BA, Columbia College, Chicago, IL, 2000
Brooklyn Art Museum, Brooklyn, NY
Whitney Museum of American Art, New York, NY
Art Institute of Chicago, Chicago, IL
Museum of Contemporary Art, Chicago, IL
Detroit Institute of Art, Detroit, MI
Studio Museum Harlem, New York, NY
Allen Memorial Art Museum, Oberlin College, Oberlin, OH
The Progressive Corporation, Shaker Heights, OH
LaSalle Bank, Chicago, IL
Speyer Family Collection, New York, NY
Hauser & Wirth, New York, NY, London, England, and Zurich, Switzerland
David Kordansky Gallery, Los Angeles, CA
Rashid Johnson's work is often discussed in the context of what is called "post-Black art." He was catapulted into the spotlight in 2001 as the youngest participant in the Studio Museum in Harlem's celebrated Freestyle exhibition, which featured black artists whose work unabashedly addresses race but eschews its potential to constrain artistic freedom. Johnson's work has continued to evolve by engaging race and class in a frank, sophisticated, and conversational manner. Working with text, mixed media, and video, Johnson creates sculptures and installations that are intellectual and often humorous, responding to art history while also reflecting the artist's personal experience with identity and pop culture.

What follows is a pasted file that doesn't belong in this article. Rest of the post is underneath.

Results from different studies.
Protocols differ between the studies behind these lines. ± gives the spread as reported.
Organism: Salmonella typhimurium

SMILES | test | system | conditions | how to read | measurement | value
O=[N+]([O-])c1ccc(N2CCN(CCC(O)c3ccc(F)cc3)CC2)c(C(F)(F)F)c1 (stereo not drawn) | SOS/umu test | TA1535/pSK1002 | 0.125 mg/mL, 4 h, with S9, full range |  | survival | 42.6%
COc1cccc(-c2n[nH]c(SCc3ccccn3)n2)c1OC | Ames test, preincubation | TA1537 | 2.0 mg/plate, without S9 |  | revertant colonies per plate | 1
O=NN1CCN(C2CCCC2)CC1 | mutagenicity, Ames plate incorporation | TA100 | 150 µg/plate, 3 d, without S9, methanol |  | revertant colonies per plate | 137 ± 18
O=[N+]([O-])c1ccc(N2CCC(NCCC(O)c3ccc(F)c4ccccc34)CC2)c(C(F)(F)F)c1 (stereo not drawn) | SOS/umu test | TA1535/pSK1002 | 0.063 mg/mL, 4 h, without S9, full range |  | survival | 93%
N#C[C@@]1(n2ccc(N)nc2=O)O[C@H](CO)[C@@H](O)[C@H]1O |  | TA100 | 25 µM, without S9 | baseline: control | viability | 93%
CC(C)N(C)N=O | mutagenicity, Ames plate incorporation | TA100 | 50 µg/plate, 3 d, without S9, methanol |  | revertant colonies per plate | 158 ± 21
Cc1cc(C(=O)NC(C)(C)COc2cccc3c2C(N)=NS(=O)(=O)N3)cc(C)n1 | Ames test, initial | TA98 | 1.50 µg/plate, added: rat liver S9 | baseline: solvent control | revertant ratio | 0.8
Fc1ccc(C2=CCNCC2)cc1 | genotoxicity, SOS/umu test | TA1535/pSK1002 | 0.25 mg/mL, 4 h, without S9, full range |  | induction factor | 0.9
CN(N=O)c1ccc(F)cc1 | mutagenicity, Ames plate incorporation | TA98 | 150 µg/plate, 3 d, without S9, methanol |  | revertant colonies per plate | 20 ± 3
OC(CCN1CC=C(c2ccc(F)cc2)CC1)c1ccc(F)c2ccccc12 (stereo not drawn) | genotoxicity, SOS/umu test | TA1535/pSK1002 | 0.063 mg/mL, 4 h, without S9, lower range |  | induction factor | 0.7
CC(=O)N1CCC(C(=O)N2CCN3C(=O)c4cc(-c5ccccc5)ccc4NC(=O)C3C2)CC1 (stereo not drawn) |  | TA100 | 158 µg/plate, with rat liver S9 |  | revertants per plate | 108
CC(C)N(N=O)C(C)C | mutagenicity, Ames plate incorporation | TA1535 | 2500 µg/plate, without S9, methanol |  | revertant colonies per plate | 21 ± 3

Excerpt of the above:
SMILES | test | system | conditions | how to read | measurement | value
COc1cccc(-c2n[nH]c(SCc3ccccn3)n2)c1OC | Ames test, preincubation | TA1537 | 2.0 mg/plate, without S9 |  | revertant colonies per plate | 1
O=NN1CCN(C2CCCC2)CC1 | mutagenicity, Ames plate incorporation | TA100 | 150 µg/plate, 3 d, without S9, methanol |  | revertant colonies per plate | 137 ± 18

Johnson's work has been exhibited at the Museum of Contemporary Art in Chicago, the Art Institute of Chicago, the Walker Art Center, and the 54th Venice Biennale ILLUMInations, amongst others. He is a finalist for the 2012 Hugo Boss Prize. SculptureCenter commissioned Johnson's first New York solo museum exhibition, Smoke and Mirrors, in 2009. He is currently preparing for his solo exhibition, Message to Our Folks, at the Museum of Contemporary Art in Chicago. His solo exhibition Rumble was recently on view at Hauser & Wirth in New York.